Sentinel Financial Services, Lucille M. Haines, Trustee,petitioner-appellant, v. Commissioner Internal Revenue Service, Respondent-appellee, 39 F.3d 1188 (9th Cir. 1994)

Annotate this Case
US Court of Appeals for the Ninth Circuit - 39 F.3d 1188 (9th Cir. 1994)

Argued and Submitted Oct. 6, 1994. Decided Oct. 28, 1994


Before: WALLACE, Chief Judge, REINHARDT and BRUNETTI, Circuit Judges.


MEMORANDUM

Sentinel Financial Services (Sentinel) appeals from the tax court's judgment upholding the determination by the Commissioner of the Internal Revenue Service (IRS) of federal income tax deficiencies for the tax years 1979 and 1980. We have jurisdiction over this timely appeal pursuant to 26 U.S.C. § 7482. We affirm.

The tax court's factual determination that a taxpayer has failed to present sufficient evidence to support a claimed deduction is reviewed for clear error. Norgaard v. Commissioner, 939 F.2d 874, 877 (9th Cir. 1991) ( Norgaard) .

Sentinel claimed $8,372 in travel and entertainment deductions for 1979 and $16,836 in travel and entertainment expenses for 1980. It also claimed a bad debt loss of $54,650 for 1980. The Commissioner disallowed all $8,372 in claimed travel and entertainment expenses for 1979, $3,912 of the travel and entertainment expenses claimed for 1980 and the entire bad debt loss deduction for 1980. The tax court upheld the Commissioner's disallowance of these deductions, finding that Sentinel had failed to present sufficient evidence to support the deductions at issue.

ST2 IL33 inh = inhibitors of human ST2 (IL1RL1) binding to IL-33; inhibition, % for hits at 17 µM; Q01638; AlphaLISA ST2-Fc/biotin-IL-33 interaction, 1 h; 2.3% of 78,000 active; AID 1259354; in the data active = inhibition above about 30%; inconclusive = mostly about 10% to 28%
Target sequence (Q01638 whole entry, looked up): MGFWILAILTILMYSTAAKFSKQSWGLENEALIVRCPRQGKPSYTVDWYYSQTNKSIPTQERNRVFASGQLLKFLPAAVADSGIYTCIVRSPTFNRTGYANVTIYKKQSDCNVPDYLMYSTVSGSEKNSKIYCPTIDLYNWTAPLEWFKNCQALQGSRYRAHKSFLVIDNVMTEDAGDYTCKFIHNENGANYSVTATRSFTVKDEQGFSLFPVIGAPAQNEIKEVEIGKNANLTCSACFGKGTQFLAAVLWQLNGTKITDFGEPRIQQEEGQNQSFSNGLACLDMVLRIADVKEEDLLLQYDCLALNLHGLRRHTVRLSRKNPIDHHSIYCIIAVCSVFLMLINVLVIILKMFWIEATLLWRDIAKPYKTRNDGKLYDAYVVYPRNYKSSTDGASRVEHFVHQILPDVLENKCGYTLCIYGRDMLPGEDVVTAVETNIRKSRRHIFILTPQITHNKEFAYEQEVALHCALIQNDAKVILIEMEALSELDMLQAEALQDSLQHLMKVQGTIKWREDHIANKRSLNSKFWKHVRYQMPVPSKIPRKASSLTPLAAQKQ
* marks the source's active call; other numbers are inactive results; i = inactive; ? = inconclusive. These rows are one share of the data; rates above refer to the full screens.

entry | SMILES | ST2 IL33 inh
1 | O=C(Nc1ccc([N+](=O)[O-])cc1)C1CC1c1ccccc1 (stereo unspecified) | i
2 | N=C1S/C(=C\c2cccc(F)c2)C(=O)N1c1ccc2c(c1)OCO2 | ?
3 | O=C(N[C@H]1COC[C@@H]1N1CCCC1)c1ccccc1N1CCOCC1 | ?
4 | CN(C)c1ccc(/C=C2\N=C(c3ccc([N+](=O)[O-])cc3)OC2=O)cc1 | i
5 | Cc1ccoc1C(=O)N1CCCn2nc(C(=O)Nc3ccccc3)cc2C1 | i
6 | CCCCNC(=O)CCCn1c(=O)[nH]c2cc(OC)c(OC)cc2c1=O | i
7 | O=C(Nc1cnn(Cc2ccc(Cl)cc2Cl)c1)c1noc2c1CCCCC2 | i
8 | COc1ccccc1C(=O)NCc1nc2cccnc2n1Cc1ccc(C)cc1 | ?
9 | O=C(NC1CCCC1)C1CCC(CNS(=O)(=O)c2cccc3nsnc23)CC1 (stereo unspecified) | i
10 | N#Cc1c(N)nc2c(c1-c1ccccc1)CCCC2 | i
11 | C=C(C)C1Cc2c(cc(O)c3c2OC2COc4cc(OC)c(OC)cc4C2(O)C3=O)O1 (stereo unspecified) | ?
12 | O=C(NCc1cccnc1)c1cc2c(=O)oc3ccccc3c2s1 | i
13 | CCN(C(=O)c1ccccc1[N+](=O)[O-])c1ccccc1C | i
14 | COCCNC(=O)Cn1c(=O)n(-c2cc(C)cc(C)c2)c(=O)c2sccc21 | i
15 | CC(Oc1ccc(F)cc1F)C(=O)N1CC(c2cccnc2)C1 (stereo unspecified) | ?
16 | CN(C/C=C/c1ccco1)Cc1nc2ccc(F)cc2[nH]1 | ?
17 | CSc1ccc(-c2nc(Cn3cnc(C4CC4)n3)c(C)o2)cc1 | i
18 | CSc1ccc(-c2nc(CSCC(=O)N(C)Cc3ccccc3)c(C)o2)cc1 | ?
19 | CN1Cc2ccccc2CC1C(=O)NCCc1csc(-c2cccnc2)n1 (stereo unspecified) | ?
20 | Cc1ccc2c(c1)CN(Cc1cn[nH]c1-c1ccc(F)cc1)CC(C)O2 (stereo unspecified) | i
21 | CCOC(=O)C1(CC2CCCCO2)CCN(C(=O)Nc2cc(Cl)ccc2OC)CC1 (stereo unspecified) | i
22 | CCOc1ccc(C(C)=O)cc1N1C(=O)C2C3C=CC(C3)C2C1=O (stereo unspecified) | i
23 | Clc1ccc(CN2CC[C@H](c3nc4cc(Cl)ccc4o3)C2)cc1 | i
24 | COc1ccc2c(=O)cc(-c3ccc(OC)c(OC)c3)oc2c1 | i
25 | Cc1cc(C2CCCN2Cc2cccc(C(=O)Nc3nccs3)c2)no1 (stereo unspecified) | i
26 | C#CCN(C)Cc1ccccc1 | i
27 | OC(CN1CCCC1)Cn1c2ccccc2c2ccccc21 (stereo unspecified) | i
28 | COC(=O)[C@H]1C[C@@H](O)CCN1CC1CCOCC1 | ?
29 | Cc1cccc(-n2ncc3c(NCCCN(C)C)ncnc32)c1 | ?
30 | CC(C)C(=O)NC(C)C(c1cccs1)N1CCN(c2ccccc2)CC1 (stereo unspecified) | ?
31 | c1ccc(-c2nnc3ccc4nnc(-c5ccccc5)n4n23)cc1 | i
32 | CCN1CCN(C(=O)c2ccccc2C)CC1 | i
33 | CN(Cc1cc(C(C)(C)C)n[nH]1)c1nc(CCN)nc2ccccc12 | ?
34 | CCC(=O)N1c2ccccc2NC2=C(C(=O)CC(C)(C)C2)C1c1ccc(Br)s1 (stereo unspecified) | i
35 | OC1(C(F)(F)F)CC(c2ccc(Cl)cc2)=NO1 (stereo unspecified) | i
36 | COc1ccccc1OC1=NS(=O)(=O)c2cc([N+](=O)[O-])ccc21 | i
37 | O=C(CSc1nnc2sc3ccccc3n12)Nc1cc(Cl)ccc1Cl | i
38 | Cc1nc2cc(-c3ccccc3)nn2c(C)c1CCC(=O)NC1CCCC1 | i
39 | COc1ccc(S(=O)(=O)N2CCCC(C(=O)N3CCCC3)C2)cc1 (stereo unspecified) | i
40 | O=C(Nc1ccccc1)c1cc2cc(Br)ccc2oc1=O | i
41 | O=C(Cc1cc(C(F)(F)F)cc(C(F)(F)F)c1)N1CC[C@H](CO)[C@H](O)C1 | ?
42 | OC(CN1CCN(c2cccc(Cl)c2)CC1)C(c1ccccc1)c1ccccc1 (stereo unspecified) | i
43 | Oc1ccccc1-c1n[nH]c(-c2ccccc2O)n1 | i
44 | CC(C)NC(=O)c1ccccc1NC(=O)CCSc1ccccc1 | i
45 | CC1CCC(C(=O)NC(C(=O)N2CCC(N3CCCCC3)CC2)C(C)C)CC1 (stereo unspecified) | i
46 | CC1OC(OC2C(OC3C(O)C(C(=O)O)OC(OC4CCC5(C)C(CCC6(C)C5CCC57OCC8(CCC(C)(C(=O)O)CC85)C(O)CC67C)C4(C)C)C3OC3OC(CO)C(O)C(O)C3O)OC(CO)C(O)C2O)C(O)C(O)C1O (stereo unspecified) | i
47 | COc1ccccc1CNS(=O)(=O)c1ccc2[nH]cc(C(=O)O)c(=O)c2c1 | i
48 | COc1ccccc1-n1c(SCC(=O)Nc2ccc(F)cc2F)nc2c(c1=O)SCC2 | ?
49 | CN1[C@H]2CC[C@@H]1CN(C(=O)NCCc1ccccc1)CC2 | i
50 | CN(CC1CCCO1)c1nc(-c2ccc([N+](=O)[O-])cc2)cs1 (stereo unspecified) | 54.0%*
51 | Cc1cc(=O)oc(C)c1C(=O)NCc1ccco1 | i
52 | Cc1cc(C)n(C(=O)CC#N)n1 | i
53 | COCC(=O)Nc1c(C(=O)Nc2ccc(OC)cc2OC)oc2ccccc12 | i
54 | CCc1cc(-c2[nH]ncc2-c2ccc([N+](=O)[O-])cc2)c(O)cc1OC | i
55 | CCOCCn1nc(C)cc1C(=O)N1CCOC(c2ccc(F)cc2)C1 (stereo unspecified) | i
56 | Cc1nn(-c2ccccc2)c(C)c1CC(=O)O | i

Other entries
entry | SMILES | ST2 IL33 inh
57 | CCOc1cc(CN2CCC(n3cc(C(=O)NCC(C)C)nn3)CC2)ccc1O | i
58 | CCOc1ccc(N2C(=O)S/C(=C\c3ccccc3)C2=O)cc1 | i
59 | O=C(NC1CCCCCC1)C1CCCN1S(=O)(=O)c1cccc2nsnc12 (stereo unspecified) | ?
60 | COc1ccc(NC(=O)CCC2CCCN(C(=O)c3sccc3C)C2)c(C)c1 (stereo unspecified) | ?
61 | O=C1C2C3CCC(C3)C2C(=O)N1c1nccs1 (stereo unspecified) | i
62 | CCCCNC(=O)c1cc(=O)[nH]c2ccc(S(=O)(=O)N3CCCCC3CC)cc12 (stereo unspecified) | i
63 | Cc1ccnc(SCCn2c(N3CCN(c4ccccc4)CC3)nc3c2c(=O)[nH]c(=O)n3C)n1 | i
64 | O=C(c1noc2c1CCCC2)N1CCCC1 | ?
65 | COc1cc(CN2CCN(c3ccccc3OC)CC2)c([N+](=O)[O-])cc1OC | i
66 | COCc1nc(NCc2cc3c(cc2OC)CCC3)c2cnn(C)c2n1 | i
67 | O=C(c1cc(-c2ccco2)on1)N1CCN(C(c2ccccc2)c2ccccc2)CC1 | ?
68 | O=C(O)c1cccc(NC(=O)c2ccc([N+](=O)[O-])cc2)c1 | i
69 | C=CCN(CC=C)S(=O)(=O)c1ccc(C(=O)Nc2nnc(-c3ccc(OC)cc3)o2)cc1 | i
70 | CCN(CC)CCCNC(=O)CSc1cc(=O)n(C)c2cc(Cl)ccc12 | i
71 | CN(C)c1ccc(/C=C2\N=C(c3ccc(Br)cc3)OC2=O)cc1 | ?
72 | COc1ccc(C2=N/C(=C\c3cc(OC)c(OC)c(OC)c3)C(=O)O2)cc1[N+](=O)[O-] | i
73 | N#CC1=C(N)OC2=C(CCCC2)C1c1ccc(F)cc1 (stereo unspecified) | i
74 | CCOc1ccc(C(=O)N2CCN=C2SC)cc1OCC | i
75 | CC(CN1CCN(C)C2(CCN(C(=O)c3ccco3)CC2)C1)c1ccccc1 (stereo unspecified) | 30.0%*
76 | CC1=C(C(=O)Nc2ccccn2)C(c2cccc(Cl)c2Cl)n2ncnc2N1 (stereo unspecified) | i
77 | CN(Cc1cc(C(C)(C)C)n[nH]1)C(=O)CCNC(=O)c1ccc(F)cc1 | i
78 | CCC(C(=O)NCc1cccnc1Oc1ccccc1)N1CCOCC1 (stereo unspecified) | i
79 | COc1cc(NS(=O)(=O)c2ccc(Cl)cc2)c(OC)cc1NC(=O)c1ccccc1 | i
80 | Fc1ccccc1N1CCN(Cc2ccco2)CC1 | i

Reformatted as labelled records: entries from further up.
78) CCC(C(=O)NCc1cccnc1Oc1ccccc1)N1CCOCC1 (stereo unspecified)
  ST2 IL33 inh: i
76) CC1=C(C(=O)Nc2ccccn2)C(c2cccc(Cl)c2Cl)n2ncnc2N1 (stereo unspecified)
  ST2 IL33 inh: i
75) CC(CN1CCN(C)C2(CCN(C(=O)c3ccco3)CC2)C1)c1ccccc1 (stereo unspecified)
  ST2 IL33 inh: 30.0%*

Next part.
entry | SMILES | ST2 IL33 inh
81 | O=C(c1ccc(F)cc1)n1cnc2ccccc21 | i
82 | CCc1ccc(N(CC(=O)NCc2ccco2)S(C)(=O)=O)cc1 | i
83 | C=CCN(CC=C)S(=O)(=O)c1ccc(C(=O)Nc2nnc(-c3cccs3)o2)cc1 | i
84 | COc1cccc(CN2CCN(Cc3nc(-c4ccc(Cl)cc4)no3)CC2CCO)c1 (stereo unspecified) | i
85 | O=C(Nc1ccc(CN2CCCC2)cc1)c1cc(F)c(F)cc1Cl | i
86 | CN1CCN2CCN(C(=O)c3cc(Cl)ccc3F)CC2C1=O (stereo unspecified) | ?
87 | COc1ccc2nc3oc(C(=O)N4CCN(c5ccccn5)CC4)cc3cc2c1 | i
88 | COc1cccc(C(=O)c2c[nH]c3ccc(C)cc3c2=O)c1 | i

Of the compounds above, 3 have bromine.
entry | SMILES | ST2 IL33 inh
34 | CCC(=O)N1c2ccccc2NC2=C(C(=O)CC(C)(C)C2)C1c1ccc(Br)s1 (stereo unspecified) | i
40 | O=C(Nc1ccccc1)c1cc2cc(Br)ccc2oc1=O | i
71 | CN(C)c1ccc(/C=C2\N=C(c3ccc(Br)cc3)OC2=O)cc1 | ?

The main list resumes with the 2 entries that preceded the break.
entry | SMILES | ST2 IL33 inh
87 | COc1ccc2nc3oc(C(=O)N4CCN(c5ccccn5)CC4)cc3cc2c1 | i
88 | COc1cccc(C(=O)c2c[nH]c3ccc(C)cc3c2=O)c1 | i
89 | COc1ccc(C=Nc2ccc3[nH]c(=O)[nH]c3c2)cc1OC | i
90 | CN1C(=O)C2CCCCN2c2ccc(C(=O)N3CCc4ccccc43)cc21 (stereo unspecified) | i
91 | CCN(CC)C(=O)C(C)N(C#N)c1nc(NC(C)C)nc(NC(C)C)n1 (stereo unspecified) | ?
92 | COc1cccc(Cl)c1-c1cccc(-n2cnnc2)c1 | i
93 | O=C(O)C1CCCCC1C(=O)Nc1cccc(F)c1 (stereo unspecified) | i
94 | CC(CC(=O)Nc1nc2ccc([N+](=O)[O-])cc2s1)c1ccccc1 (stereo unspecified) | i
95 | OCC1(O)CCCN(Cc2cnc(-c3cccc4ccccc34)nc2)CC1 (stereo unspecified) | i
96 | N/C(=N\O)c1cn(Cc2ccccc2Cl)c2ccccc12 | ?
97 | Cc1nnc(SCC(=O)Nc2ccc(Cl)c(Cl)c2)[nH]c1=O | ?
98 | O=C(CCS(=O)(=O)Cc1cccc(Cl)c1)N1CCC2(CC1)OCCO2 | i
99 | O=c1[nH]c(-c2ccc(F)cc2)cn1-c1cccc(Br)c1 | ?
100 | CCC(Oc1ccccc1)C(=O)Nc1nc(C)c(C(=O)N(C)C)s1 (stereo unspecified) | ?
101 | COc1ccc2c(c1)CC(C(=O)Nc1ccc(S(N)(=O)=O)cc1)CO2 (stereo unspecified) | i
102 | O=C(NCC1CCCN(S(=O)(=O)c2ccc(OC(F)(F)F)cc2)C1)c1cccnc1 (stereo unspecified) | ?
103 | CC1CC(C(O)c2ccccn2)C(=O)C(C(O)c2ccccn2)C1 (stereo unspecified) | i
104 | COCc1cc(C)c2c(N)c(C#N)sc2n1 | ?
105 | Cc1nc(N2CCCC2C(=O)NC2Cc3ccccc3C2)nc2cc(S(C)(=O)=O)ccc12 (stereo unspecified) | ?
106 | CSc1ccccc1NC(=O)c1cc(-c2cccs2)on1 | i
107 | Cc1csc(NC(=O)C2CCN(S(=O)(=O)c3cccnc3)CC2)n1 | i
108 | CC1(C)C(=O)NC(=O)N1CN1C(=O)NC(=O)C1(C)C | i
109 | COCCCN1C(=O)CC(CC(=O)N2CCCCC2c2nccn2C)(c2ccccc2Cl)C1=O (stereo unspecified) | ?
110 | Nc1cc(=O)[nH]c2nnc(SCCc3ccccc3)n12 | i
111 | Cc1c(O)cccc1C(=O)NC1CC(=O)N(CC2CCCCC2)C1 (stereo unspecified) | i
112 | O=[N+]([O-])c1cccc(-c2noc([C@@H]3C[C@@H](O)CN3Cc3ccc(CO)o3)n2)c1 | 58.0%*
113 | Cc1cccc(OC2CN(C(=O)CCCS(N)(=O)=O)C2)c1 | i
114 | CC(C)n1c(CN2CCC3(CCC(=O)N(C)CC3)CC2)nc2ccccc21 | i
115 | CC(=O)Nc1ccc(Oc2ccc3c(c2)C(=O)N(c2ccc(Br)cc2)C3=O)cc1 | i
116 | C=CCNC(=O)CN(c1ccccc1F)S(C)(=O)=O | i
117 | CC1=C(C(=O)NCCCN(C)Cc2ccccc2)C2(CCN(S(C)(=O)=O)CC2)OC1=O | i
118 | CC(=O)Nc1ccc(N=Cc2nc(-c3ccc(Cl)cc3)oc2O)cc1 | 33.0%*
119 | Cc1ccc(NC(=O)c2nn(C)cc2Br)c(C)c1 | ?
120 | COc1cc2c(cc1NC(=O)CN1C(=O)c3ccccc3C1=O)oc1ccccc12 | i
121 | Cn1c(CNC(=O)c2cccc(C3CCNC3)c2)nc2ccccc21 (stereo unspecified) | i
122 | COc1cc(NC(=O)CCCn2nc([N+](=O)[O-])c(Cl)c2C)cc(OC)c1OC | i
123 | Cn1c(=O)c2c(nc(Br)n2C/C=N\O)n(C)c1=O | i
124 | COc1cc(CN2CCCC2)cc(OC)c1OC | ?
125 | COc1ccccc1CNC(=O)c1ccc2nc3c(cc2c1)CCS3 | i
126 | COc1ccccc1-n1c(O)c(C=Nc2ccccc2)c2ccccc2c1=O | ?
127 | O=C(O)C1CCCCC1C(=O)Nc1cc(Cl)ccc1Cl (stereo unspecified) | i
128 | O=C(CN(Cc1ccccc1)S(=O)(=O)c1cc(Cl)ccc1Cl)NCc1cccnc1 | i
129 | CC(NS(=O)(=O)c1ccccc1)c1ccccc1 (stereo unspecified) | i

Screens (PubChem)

* No deduction may be allowed for travel and entertainment expenses "unless the taxpayer substantiates by adequate records or by sufficient evidence corroborating the taxpayer's own statement" the amount, time, place, business purpose, and business relationship of the person entertained. 26 U.S.C. § 274(d); Meridian Wood Prods. Co. v. United States, 725 F.2d 1183, 1188-89 (9th Cir. 1984) (Meridian) .

In support of its 1979 travel and expense deductions, Sentinel presented to the IRS in 1981 three cancelled checks: one payable to Cooper Automotive, one payable to cash, and another payable to Charles Haines. Testimony, however, did not substantiate the expenses reflected in the checks. Also, although Haines testified that he presented an envelope of receipts to the IRS agent in 1981, Sentinel offered no testimony or other evidence concerning the contents of those receipts. The tax court's finding that Sentinel failed to supply adequate documentation in support of its claimed travel and entertainment deduction for 1979 is not clearly erroneous.

In support of its 1980 travel and expense deductions, Sentinel presented the testimony of Haines that he had traveled with Wayne Pratt to Nice, France to meet an attorney to discuss establishing a manufacturing facility in Europe. Pratt testified, however, that he and Haines actually traveled to Monaco in 1981 for that purpose. Although Haines also testified that he traveled to Hawaii to meet potential investors and to Las Vegas to attend a trade show, no evidence was supplied to corroborate his testimony. Section 274(d) clearly indicates that the uncorroborated testimony of a taxpayer is generally insufficient to substantiate travel and entertainment deductions. See 26 U.S.C. § 274(d); Meridian, 725 F.2d at 1189. Therefore, the tax court did not clearly err in finding that Sentinel had failed to substantiate adequately its claimed travel and entertainment deductions for 1980.